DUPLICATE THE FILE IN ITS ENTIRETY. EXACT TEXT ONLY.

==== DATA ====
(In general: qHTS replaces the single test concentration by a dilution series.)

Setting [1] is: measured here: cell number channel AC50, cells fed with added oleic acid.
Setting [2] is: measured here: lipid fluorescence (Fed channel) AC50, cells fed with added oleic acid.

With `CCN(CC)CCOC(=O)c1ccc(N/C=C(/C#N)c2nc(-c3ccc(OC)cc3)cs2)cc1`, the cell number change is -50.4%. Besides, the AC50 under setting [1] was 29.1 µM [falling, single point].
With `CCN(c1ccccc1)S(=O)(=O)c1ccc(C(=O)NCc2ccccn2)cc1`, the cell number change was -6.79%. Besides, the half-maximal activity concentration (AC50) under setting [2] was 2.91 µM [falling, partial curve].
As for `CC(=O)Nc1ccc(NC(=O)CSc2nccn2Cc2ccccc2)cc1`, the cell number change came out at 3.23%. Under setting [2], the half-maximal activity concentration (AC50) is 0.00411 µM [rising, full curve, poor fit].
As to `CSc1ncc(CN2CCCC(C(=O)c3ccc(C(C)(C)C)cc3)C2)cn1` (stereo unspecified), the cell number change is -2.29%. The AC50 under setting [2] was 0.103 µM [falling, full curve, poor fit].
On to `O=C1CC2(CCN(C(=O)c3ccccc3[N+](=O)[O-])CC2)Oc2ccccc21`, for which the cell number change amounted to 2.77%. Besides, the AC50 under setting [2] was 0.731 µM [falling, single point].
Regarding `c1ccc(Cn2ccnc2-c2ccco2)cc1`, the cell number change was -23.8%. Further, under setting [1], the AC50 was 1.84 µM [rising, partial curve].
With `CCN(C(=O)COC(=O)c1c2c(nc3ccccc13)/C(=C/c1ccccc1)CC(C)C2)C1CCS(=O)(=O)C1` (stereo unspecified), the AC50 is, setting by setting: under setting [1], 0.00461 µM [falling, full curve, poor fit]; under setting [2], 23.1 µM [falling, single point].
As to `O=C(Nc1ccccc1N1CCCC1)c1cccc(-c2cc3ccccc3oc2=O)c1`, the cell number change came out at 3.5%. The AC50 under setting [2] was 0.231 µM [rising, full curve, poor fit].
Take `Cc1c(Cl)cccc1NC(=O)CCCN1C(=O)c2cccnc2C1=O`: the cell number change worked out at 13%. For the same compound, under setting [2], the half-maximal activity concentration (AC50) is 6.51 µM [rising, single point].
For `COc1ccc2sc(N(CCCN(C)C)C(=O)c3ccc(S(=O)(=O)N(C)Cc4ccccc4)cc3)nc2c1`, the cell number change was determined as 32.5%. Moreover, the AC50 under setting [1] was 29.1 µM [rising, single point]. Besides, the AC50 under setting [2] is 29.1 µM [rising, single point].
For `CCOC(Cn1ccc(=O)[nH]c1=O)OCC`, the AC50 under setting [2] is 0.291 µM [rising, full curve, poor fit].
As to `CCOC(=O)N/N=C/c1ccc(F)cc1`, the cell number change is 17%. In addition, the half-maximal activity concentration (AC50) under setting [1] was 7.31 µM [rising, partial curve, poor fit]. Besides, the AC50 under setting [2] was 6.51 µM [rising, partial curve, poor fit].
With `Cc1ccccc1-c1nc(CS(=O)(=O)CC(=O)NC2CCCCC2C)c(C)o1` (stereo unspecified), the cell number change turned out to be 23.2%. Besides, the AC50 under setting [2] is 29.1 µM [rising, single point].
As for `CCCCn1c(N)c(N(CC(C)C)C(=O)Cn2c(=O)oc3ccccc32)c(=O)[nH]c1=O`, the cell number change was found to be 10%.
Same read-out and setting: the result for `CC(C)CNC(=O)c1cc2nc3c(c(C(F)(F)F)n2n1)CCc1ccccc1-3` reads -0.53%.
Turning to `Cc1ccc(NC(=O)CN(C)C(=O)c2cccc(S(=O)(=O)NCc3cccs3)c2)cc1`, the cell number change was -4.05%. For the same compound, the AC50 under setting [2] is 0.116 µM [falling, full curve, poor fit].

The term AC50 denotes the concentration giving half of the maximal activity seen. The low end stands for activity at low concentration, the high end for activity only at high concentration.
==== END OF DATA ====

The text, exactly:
(In general: qHTS replaces the single test concentration by a dilution series.)

Setting [1] is: measured here: cell number channel AC50, cells fed with added oleic acid.
Setting [2] is: measured here: lipid fluorescence (Fed channel) AC50, cells fed with added oleic acid.

With `CCN(CC)CCOC(=O)c1ccc(N/C=C(/C#N)c2nc(-c3ccc(OC)cc3)cs2)cc1`, the cell number change is -50.4%. Besides, the AC50 under setting [1] was 29.1 µM [falling, single point].
With `CCN(c1ccccc1)S(=O)(=O)c1ccc(C(=O)NCc2ccccn2)cc1`, the cell number change was -6.79%. Besides, the half-maximal activity concentration (AC50) under setting [2] was 2.91 µM [falling, partial curve].
As for `CC(=O)Nc1ccc(NC(=O)CSc2nccn2Cc2ccccc2)cc1`, the cell number change came out at 3.23%. Under setting [2], the half-maximal activity concentration (AC50) is 0.00411 µM [rising, full curve, poor fit].
As to `CSc1ncc(CN2CCCC(C(=O)c3ccc(C(C)(C)C)cc3)C2)cn1` (stereo unspecified), the cell number change is -2.29%. The AC50 under setting [2] was 0.103 µM [falling, full curve, poor fit].
On to `O=C1CC2(CCN(C(=O)c3ccccc3[N+](=O)[O-])CC2)Oc2ccccc21`, for which the cell number change amounted to 2.77%. Besides, the AC50 under setting [2] was 0.731 µM [falling, single point].
Regarding `c1ccc(Cn2ccnc2-c2ccco2)cc1`, the cell number change was -23.8%. Further, under setting [1], the AC50 was 1.84 µM [rising, partial curve].
With `CCN(C(=O)COC(=O)c1c2c(nc3ccccc13)/C(=C/c1ccccc1)CC(C)C2)C1CCS(=O)(=O)C1` (stereo unspecified), the AC50 is, setting by setting: under setting [1], 0.00461 µM [falling, full curve, poor fit]; under setting [2], 23.1 µM [falling, single point].
As to `O=C(Nc1ccccc1N1CCCC1)c1cccc(-c2cc3ccccc3oc2=O)c1`, the cell number change came out at 3.5%. The AC50 under setting [2] was 0.231 µM [rising, full curve, poor fit].
Take `Cc1c(Cl)cccc1NC(=O)CCCN1C(=O)c2cccnc2C1=O`: the cell number change worked out at 13%. For the same compound, under setting [2], the half-maximal activity concentration (AC50) is 6.51 µM [rising, single point].
For `COc1ccc2sc(N(CCCN(C)C)C(=O)c3ccc(S(=O)(=O)N(C)Cc4ccccc4)cc3)nc2c1`, the cell number change was determined as 32.5%. Moreover, the AC50 under setting [1] was 29.1 µM [rising, single point]. Besides, the AC50 under setting [2] is 29.1 µM [rising, single point].
For `CCOC(Cn1ccc(=O)[nH]c1=O)OCC`, the AC50 under setting [2] is 0.291 µM [rising, full curve, poor fit].
As to `CCOC(=O)N/N=C/c1ccc(F)cc1`, the cell number change is 17%. In addition, the half-maximal activity concentration (AC50) under setting [1] was 7.31 µM [rising, partial curve, poor fit]. Besides, the AC50 under setting [2] was 6.51 µM [rising, partial curve, poor fit].
With `Cc1ccccc1-c1nc(CS(=O)(=O)CC(=O)NC2CCCCC2C)c(C)o1` (stereo unspecified), the cell number change turned out to be 23.2%. Besides, the AC50 under setting [2] is 29.1 µM [rising, single point].
As for `CCCCn1c(N)c(N(CC(C)C)C(=O)Cn2c(=O)oc3ccccc32)c(=O)[nH]c1=O`, the cell number change was found to be 10%.
Same read-out and setting: the result for `CC(C)CNC(=O)c1cc2nc3c(c(C(F)(F)F)n2n1)CCc1ccccc1-3` reads -0.53%.
Turning to `Cc1ccc(NC(=O)CN(C)C(=O)c2cccc(S(=O)(=O)NCc3cccs3)c2)cc1`, the cell number change was -4.05%. For the same compound, the AC50 under setting [2] is 0.116 µM [falling, full curve, poor fit].

The term AC50 denotes the concentration giving half of the maximal activity seen. The low end stands for activity at low concentration, the high end for activity only at high concentration.